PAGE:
By Bill Thompson
U.S. Rep. Ted Yoho has filed his first bill, seeking to keep any of his colleagues convicted of a crime from profiting from their congressional service.
The Gainesville Republican has offered the Trust Returned to the United States Taxpayer (TRUST) Act.
The measure would prohibit members of Congress who are convicted of any felony while in office from collecting the taxpayer-funded portion of their pension.
In an interview Wednesday, Yoho noted that military personnel can forfeit their benefits if they receive a dishonorable discharge.
"If that can happen to the guy who's willing to lay his life on the line for our country, it should apply to members of Congress," Yoho said.
The freshman lawmaker, whose district includes much of western Marion County, said Congress took a much-needed first step to restoring the public's view of its integrity last year by passing the Stop Trading on Congressional Knowledge (STOCK) Act.
The STOCK Act forbids lawmakers and other federal employees from profiting from insider trading by using information they gather in the course of their duties for stock market trades.
Yoho sees his bill as another way to help Congress recover some of its lost respectability with the public.
"We're trying to send a message to the American people that we are going to be held accountable," Yoho said.
Lawmakers become vested in the federal pension plan after five years of service.
Yoho said his bill, if it passes, will not affect the portion of pensions funded by the lawmakers themselves.
Nor would it apply to legislators who have left office for whatever reason.
But Yoho's bill would expand the universe of crimes for which members of Congress could forfeit their retirement benefits.
According to a Congressional Research Service report released in December, under the 1954 Hiss Act lawmakers and other federal employees now only forfeit their pension benefits if they are convicted of federal charges of espionage, treason, or other crimes related to national security.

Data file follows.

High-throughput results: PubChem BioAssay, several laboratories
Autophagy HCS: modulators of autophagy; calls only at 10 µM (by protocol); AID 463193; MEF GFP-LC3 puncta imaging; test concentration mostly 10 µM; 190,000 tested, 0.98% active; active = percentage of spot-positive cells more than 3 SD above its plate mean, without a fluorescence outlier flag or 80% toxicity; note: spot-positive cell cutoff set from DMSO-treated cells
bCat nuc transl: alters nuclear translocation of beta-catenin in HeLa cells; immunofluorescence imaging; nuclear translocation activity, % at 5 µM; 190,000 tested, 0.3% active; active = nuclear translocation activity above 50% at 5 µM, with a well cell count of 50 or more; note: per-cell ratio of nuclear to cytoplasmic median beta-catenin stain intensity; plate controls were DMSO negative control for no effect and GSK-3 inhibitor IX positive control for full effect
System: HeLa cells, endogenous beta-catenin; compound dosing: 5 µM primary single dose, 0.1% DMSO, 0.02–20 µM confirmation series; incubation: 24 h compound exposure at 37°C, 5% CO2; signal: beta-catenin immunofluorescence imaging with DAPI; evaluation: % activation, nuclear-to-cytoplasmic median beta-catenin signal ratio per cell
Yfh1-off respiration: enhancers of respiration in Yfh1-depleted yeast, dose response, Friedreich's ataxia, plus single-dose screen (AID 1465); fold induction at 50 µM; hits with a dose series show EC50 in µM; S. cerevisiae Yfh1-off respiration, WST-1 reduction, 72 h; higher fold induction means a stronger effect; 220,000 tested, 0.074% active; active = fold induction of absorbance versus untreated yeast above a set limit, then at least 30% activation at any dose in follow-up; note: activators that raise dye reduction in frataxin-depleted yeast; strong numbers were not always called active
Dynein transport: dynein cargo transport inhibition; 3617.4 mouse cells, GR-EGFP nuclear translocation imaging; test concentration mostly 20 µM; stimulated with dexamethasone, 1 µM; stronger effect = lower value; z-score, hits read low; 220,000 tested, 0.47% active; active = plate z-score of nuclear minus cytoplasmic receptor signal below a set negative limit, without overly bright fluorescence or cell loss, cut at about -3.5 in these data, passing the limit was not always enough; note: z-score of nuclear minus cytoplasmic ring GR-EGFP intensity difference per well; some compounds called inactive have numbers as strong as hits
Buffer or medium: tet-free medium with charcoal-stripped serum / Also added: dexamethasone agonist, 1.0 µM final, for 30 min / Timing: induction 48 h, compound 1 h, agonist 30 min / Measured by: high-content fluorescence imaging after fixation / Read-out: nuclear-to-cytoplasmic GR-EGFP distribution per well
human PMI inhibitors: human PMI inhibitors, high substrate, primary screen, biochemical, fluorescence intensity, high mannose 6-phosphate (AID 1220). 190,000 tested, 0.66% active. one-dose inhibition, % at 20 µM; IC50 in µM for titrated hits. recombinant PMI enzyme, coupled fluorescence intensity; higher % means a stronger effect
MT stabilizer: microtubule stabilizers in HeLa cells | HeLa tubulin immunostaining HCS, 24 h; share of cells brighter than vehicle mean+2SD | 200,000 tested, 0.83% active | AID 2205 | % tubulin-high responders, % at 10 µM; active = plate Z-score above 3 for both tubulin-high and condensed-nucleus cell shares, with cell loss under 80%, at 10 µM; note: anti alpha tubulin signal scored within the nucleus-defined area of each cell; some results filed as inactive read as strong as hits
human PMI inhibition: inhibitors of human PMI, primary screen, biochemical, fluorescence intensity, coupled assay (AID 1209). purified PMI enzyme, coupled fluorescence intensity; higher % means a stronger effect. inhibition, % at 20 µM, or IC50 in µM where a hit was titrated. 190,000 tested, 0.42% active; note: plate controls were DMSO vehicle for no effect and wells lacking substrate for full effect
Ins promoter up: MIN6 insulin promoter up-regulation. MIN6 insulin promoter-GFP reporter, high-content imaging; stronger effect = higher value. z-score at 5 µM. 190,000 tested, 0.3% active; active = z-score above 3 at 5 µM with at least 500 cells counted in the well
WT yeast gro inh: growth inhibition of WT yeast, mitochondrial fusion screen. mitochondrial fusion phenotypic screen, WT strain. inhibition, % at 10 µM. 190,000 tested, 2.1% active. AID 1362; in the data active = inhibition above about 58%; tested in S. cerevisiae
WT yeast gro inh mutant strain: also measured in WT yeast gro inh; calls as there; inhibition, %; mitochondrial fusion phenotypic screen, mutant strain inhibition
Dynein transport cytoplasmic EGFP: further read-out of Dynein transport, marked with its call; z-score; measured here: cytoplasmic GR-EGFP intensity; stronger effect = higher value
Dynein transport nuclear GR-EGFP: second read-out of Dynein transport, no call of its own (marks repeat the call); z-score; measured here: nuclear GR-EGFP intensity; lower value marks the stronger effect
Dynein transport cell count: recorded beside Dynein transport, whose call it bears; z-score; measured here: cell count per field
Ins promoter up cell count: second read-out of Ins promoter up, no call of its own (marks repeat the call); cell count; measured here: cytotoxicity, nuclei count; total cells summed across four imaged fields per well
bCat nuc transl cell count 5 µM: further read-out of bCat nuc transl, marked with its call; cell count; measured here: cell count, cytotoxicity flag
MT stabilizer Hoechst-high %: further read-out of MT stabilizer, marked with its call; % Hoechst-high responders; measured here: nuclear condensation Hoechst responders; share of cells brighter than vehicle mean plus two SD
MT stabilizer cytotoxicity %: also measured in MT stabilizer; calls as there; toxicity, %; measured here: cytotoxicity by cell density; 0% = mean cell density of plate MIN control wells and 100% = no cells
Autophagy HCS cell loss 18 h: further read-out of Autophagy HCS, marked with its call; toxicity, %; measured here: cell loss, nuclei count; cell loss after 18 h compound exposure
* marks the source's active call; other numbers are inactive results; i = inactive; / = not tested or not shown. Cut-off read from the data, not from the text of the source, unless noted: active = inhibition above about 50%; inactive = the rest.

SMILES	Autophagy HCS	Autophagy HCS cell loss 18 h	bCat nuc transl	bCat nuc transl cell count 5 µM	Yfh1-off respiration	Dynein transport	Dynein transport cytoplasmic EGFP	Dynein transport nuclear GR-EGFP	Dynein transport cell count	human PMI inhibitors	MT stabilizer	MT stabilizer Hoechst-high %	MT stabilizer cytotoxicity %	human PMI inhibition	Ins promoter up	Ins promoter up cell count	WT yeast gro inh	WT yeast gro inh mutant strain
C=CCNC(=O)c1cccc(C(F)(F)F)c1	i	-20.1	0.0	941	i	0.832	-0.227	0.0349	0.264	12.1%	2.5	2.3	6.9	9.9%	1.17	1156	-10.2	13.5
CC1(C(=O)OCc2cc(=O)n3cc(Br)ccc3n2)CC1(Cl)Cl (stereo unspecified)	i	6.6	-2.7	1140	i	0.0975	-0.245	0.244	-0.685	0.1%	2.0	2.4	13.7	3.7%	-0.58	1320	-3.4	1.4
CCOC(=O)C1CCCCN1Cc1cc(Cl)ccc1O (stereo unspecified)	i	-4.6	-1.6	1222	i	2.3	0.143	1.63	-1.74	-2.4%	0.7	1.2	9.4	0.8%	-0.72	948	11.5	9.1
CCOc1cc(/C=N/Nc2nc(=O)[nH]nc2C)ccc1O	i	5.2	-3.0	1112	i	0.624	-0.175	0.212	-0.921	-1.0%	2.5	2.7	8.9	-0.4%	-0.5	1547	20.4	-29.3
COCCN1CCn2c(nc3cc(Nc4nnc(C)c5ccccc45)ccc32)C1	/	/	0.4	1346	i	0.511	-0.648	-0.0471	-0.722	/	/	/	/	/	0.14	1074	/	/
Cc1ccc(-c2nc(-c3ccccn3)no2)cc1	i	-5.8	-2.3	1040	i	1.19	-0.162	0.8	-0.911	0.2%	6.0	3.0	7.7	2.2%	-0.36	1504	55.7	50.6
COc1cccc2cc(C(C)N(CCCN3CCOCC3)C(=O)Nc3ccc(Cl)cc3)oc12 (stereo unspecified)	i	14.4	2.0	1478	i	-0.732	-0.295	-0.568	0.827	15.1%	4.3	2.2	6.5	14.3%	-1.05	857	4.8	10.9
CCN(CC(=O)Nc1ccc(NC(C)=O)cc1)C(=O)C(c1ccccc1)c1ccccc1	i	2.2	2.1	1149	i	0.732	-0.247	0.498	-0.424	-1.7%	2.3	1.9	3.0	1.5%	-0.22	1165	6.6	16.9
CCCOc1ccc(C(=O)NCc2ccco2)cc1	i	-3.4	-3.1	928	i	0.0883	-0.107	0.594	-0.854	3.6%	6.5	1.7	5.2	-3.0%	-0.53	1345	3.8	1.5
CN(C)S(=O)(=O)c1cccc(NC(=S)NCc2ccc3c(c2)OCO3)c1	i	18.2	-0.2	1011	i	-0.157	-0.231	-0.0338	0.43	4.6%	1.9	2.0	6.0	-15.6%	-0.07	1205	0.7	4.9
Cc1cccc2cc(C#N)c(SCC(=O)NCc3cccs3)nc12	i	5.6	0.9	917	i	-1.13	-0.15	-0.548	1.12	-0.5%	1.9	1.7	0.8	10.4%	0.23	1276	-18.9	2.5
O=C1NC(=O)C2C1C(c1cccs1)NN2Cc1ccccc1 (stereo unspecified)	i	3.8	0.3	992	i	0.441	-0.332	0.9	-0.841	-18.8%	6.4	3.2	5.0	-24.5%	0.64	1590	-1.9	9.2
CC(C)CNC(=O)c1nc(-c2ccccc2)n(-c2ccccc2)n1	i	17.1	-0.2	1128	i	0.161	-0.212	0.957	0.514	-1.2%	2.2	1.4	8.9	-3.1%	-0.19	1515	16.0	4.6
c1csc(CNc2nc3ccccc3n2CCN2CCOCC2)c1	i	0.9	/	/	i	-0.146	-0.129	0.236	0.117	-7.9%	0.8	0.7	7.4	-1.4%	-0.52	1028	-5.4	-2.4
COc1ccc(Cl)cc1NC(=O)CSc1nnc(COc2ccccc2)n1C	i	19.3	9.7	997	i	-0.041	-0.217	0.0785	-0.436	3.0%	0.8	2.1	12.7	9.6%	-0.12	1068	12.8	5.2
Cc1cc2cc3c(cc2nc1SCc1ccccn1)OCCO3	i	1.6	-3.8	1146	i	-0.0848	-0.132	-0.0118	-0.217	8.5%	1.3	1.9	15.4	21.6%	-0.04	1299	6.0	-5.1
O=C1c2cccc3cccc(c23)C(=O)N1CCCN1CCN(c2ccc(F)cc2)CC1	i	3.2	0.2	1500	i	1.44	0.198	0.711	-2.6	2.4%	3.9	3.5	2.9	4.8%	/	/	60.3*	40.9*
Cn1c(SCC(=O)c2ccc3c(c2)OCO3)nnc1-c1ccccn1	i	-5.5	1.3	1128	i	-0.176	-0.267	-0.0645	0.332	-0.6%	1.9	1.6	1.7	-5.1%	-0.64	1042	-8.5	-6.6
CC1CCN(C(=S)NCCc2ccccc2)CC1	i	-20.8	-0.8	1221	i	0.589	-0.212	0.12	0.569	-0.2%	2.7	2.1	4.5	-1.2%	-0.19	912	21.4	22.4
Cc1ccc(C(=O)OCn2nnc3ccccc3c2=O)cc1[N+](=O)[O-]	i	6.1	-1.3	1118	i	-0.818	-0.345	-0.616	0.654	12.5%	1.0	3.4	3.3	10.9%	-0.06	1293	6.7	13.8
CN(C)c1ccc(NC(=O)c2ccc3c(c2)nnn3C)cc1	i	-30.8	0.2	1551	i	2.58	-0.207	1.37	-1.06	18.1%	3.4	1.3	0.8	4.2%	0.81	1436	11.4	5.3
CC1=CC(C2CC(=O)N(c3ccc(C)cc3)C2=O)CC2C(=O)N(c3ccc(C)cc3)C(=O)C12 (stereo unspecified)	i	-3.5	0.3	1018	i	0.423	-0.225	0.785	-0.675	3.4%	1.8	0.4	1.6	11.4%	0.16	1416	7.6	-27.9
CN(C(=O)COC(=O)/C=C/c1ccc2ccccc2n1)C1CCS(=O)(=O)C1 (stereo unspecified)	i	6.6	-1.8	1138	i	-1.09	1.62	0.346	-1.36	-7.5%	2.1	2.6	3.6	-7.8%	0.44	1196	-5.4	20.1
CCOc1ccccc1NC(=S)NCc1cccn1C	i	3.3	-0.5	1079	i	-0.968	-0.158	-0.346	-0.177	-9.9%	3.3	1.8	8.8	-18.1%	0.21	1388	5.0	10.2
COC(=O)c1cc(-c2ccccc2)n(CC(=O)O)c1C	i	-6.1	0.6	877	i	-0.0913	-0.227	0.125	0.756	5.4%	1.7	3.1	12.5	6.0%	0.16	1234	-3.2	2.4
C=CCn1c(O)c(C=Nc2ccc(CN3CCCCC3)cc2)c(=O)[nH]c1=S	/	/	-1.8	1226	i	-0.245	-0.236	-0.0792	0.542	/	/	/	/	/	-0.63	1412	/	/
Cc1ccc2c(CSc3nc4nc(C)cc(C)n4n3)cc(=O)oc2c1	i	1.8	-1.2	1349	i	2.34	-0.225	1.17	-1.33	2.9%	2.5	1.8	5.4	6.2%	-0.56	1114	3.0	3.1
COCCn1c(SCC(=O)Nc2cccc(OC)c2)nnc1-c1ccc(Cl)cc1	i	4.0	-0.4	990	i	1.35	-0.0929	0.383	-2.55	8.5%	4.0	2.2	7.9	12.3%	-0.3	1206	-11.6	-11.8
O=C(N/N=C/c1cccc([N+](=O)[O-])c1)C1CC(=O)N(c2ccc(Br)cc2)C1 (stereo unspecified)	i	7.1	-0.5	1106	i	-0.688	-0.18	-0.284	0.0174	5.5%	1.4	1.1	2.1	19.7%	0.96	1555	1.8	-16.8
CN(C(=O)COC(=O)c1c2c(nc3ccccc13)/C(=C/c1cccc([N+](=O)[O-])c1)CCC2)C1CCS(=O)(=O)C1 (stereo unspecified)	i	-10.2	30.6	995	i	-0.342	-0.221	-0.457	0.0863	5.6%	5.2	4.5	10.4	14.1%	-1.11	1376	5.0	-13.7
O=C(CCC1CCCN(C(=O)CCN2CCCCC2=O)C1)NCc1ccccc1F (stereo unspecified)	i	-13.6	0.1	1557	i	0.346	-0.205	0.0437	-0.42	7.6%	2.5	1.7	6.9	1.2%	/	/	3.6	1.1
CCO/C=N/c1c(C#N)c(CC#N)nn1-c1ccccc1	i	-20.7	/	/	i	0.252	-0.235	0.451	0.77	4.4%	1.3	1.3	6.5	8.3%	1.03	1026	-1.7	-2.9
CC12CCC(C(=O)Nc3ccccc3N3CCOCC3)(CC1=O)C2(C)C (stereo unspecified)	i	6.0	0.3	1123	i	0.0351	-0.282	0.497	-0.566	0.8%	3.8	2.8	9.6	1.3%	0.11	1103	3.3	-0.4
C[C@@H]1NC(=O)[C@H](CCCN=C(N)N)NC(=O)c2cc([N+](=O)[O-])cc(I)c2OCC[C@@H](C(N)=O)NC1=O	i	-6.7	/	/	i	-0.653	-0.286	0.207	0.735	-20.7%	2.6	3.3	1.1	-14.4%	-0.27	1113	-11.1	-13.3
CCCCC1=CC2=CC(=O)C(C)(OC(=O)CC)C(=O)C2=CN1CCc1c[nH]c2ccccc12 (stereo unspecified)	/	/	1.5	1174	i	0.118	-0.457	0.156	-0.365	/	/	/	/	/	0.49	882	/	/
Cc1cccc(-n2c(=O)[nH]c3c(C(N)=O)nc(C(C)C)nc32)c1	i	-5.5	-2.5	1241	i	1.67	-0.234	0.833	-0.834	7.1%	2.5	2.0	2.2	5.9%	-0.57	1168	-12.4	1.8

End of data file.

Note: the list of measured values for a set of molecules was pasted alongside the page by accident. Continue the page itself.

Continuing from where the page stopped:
Additionally, the report stated, provisions of both the Honest Leadership and Open Government Act of 2007 and the STOCK Act can deny lawmakers retirement income if convicted of corruption charges, election crimes, or misconduct in office.
Those statutes do so by stripping the convicted legislators of the "creditable service" time they built up while in office, which helps determine the amount of their pensions.
Yoho said his bill will have bipartisan support, based on talks he has had with the House Republican leadership and top Democrats.
The idea should also win support from watchdog groups.
The National Taxpayers Union, for instance, has long advocated that felons in Congress lose the retirement benefits amassed over their careers.
The group has reported that roughly 20 former lawmakers convicted of crimes since 1980 still retained their pensions, which collectively cost taxpayers about $836,000 a year.
That list includes notables who went to prison within the past decade like: Bob Ney, an Ohio Republican convicted of taking bribes from clients of disgraced lobbyist Jack Abramoff; Republican Duke Cunningham of California, convicted of taking kickbacks from defense contractors; and Ohio Democrat Jim Traficant, convicted of taking bribes, racketeering and tax evasion.
More recently, it's been debated as to whether former Democratic Congressman Jesse Jackson Jr. of Illinois, who pleaded guilty to misusing campaign contributions, will keep his pension.